8. Control anger when assistant reports that doctor said, "Tell her I do not run a walk-in clinic. She can't come in off the street and get a prescription. She can make an appointment to see me on Monday."
  9. Agree to provide assistant with phone number and fax number for mail order pharmacy, so that attempt can be made to secure refill that way.
  10. Go home and count how many doses of this essential medication you have on hand.
  11. Reduce dose of essential medication in attempt to stretch out what you have left.
  12. Call assistant every day to check on status of the refill request.
  13. Start looking for a new doctor.

There are so many things wrong with this recent encounter with my doctor, and I won't bother to point them out. I'm sure you can figure out why I am angry.

But I actually think that I am lucky. Why? I am fortunate to have prescription coverage, so that when I eventually get the refill I will not have to pay hundreds of dollars for the medicine. I am fortunate to live near a city that has other doctors to choose from. Many people with CFS are not as fortunate. Less than 20% of the people who have CFS have been diagnosed, so the vast majority of people are not getting help for their symptoms. Even patients who have been correctly diagnosed struggle to keep health insurance (if they have it to begin with). The chances of a person with CFS getting the correct diagnosis from a doctor who believes them and has the knowledge to treat symptoms appropriately? Not good for most people.

I have to remind myself of that, so I can keep my outrage in perspective. Because how I really feel is mistreated, insulted, and angry.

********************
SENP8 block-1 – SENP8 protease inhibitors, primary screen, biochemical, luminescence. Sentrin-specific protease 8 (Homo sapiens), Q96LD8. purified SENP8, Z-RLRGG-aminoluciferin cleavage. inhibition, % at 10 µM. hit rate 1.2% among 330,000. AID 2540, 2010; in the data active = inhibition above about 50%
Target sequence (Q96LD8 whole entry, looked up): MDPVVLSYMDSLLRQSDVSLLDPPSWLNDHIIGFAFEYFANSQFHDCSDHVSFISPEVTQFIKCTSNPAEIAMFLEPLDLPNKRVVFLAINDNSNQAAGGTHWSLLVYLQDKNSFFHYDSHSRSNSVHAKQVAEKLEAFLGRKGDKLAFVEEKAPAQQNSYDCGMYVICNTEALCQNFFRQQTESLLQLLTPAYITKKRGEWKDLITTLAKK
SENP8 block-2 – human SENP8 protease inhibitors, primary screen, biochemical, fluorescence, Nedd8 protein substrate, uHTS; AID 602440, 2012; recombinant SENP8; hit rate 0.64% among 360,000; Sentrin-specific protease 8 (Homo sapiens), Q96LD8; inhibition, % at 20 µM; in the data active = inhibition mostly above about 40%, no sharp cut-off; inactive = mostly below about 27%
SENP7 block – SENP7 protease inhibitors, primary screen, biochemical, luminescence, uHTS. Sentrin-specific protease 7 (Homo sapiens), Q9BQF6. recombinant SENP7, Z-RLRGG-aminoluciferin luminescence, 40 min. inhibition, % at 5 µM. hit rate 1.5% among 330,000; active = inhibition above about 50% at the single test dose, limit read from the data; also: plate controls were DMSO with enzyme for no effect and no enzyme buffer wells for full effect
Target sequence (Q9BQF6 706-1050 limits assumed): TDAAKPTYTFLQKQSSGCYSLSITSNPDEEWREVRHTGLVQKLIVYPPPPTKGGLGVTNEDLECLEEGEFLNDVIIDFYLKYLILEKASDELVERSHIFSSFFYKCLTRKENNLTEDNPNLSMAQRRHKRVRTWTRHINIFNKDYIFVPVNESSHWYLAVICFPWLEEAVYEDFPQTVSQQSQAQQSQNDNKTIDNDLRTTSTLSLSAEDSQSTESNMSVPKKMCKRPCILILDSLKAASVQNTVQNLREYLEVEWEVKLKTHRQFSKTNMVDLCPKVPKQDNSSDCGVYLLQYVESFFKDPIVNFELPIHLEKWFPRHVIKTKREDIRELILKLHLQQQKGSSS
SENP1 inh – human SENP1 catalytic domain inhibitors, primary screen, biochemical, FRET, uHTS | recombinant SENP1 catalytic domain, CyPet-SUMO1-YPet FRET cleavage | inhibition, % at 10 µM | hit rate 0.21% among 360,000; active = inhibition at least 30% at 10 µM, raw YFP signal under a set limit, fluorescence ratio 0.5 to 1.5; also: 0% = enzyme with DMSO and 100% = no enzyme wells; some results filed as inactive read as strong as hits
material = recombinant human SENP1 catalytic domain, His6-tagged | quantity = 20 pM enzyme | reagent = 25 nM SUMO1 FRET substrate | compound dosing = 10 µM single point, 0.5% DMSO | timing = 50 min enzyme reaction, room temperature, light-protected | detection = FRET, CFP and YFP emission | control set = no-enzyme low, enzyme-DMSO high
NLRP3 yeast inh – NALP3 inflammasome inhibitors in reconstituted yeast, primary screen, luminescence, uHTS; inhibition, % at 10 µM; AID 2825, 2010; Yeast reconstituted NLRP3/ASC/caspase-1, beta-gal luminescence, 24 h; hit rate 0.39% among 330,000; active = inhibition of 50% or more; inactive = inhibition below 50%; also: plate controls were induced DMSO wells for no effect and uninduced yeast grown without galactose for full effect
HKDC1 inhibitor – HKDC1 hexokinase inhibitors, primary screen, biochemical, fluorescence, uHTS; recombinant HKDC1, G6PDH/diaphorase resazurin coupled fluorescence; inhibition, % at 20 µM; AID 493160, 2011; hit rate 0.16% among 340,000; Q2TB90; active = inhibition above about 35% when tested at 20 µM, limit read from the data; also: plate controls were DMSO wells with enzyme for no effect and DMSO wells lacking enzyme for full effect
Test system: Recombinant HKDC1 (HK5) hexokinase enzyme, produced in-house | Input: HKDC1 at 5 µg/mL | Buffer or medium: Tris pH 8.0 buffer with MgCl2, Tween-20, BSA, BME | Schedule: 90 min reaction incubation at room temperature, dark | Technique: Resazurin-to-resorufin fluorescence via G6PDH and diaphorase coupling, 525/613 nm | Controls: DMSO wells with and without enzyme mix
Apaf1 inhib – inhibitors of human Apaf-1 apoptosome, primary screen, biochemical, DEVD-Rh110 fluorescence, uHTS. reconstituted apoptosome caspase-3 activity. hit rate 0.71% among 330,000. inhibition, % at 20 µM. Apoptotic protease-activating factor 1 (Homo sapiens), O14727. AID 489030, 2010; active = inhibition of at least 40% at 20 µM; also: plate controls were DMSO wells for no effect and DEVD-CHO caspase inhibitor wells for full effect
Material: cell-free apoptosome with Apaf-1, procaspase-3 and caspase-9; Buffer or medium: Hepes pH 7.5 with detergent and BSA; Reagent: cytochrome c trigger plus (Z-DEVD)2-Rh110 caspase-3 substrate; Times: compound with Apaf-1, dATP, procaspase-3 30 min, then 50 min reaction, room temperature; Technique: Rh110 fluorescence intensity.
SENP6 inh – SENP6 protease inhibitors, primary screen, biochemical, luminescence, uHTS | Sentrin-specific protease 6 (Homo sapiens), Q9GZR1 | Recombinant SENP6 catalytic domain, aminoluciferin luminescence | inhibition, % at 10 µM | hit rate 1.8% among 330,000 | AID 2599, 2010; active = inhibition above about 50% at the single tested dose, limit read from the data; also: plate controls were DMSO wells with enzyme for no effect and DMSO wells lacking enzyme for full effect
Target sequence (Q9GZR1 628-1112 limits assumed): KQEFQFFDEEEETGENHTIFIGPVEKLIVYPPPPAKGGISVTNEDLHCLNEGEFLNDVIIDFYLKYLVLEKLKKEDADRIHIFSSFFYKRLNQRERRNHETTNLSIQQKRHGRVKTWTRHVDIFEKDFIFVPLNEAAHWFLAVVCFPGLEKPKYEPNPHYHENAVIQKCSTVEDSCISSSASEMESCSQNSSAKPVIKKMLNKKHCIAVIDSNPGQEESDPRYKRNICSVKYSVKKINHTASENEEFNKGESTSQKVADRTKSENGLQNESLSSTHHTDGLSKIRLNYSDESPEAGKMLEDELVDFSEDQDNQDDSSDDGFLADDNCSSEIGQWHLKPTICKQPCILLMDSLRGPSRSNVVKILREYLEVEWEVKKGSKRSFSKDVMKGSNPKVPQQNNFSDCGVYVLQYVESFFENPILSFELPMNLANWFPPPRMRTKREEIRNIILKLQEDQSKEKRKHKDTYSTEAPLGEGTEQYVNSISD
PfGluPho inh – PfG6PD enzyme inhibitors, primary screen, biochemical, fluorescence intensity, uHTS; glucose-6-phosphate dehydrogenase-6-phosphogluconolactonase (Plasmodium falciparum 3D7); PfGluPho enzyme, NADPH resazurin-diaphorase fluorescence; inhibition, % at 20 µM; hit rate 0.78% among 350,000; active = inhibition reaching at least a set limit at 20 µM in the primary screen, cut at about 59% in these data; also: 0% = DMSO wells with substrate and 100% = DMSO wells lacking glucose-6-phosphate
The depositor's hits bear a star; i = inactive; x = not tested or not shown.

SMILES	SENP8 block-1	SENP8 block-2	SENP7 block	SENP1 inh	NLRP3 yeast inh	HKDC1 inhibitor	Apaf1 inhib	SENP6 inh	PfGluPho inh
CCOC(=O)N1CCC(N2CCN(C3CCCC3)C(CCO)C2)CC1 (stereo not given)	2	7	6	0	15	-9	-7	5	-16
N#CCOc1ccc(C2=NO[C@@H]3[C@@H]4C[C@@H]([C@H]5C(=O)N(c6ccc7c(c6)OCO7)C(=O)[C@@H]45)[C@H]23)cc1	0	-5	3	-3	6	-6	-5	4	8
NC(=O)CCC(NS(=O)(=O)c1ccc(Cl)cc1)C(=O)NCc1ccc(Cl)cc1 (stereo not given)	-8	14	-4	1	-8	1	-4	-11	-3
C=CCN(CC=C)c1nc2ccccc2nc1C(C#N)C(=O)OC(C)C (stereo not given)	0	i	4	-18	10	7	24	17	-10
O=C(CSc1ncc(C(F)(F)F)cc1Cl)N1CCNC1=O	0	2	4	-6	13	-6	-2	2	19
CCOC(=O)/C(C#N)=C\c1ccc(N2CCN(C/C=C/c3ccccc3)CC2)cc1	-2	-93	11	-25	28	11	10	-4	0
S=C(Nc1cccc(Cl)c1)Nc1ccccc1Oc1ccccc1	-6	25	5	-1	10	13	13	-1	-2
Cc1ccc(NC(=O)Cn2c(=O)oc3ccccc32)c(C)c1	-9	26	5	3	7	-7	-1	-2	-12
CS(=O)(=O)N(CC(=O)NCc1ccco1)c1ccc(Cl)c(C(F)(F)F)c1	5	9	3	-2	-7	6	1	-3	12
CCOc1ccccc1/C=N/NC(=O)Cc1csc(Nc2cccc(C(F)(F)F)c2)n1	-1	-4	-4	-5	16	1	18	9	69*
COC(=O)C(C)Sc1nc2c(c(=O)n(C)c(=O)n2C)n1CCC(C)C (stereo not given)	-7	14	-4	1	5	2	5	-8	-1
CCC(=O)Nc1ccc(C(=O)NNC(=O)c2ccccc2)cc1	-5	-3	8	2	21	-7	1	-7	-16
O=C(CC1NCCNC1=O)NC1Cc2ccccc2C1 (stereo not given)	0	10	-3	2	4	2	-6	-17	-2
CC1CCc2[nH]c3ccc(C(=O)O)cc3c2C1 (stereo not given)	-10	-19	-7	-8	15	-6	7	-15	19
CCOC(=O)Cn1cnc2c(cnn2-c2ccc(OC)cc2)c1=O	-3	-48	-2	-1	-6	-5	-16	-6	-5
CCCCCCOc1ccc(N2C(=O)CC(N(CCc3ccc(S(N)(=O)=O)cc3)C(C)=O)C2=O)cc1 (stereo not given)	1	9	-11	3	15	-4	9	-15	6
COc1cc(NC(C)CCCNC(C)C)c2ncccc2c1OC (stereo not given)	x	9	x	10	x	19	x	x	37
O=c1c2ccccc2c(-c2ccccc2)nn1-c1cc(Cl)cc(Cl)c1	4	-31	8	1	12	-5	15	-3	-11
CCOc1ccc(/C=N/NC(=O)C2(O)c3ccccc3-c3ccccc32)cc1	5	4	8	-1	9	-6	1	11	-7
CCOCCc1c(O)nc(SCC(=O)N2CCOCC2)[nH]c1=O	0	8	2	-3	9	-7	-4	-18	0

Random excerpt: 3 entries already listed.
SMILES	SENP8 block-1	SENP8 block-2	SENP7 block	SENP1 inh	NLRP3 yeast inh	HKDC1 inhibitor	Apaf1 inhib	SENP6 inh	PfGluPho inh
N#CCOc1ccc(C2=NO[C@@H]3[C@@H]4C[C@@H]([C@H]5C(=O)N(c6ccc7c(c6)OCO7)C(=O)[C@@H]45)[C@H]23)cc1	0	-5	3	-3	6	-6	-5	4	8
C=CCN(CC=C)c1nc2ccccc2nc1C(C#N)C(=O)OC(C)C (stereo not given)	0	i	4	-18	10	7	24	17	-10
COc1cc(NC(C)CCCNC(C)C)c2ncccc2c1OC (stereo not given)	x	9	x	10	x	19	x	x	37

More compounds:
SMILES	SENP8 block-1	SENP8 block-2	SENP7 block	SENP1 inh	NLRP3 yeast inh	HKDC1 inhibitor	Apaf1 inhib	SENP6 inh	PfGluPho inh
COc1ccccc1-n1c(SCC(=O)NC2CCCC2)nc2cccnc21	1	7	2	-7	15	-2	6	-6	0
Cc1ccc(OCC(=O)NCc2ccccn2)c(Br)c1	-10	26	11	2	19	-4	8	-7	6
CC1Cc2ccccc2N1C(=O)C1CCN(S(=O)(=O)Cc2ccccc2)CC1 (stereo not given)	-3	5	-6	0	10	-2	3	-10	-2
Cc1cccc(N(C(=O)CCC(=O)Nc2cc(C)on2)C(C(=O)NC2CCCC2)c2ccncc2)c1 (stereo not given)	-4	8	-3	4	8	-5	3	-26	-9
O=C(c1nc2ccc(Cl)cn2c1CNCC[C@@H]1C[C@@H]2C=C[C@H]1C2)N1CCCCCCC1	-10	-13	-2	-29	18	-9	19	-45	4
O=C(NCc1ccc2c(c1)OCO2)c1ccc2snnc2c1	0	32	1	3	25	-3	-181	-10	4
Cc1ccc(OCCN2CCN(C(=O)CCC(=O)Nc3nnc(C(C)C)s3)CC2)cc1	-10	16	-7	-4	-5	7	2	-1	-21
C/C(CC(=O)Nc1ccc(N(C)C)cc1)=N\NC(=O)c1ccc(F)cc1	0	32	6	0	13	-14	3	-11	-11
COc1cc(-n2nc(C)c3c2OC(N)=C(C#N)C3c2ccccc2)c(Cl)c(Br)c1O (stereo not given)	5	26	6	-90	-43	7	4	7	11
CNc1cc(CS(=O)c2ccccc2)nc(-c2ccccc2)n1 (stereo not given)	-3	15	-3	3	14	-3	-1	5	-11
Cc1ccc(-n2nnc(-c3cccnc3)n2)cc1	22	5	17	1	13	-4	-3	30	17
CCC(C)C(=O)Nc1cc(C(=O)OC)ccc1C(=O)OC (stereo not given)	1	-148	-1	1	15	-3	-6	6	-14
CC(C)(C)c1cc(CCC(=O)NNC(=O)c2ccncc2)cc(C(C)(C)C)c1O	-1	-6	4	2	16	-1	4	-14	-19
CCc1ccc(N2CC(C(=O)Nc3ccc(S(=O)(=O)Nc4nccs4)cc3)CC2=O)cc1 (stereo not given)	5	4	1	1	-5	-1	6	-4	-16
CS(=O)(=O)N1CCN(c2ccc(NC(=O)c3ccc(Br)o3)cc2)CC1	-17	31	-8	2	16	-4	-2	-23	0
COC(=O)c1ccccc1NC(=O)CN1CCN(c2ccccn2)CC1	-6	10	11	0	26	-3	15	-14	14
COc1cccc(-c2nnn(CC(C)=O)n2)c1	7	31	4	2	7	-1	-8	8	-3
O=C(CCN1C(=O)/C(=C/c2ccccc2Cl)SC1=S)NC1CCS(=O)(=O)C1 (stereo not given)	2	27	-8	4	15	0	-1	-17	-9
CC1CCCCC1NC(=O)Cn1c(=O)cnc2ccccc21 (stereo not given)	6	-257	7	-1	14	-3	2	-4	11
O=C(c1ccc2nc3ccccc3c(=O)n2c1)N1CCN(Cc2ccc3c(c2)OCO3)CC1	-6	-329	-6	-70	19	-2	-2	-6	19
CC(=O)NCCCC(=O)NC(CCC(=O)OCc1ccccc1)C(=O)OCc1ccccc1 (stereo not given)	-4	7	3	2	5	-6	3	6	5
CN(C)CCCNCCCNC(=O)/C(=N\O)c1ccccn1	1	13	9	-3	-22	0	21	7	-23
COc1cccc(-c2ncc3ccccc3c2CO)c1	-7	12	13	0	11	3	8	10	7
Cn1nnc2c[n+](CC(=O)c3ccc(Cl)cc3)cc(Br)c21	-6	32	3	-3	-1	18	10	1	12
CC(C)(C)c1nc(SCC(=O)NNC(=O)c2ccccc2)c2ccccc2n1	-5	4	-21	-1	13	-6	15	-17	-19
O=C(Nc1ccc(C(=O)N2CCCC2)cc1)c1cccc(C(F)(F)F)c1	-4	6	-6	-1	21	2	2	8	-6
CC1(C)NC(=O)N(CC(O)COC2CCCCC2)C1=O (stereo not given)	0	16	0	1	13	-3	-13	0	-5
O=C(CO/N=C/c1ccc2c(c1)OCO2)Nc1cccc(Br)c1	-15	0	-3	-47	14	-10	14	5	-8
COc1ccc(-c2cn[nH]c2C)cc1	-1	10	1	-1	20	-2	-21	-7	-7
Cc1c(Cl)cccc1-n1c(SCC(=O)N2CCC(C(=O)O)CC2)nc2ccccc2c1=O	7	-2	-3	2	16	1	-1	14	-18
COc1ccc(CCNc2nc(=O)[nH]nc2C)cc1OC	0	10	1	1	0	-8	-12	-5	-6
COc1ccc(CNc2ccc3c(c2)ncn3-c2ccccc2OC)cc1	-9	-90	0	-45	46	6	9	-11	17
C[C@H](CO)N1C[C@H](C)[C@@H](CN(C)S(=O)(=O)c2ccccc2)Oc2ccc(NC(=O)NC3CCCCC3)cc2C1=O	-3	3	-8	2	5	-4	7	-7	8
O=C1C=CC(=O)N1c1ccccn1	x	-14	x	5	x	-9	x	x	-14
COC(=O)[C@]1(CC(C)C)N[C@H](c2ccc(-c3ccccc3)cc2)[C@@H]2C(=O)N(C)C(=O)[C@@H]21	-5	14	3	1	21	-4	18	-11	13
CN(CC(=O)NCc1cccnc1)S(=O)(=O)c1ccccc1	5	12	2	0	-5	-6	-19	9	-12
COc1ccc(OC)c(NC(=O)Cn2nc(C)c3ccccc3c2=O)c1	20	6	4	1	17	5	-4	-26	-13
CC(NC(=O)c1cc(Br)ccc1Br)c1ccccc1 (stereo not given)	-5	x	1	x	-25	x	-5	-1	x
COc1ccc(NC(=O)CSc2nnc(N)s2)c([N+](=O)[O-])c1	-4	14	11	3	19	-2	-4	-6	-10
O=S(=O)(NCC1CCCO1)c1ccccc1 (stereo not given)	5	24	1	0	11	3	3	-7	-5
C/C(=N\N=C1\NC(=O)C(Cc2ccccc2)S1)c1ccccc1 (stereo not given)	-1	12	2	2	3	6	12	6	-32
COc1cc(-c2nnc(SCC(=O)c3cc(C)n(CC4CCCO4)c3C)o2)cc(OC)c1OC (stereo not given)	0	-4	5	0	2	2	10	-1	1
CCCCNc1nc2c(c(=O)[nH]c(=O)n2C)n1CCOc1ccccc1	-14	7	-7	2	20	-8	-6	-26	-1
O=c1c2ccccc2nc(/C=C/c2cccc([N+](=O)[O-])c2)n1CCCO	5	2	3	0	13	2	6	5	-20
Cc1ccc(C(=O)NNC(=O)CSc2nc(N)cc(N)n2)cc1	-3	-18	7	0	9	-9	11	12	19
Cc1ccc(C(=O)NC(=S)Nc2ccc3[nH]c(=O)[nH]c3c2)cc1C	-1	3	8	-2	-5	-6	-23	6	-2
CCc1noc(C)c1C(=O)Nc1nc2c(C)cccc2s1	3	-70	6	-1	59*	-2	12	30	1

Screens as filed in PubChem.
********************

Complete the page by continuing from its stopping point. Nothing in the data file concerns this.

Monday, July 16, 2007

How Many?

Part of our ongoing series about life with CFS.

How many people have Chronic Fatigue Syndrome in the United States? Until recently, the answer was approximately one million people, almost four times the number of people with Multiple Sclerosis. Now, a recent study estimates that 2.64% of the population may have CFS.

In other words, approximately 5 million people in the United States have CFS. And the number could be as high as 7 million.

More people have CFS than have HIV infection. The CDC estimates that approximately 1.1 million people were living with HIV infection at the end of 2003, and 25% were undiagnosed.

More people have CFS than have breast cancer. Approximately 2 million women living in the U.S. have been treated for breast cancer.

So how much is our federal government spending on CFS research? $13 million in 2006. That's right, $13 million. Less than three dollars per patient. Angry yet? What if I told you that less than 20% of people who meet the diagnostic criteria for CFS have actually been diagnosed. Millions of people are sick and do not know why, or are being treated incorrectly, or have been told it's all in their heads.

Where is my government? Why is no one helping us? This new study has its critics, to be sure. But even if the study is completely wrong, and "only" 1 MILLION Americans have CFS, my government does not invest nearly enough money for research.

What will it take for our lawmakers to pay attention?

What will it take for you to help?

Edit: Check out today's article in the New York Times.

Sunday, July 08, 2007

The weather in Scotland defied reason and explanation--after the one misty day, we had nothing but sunshine. It brought out the colors of the sea, the sky, the heather, the grasses, the rocks. In short: just beautiful.

We found the bothy in the previous post on a trek across a headland near Gairloch.

Approaching the bothy near gairloch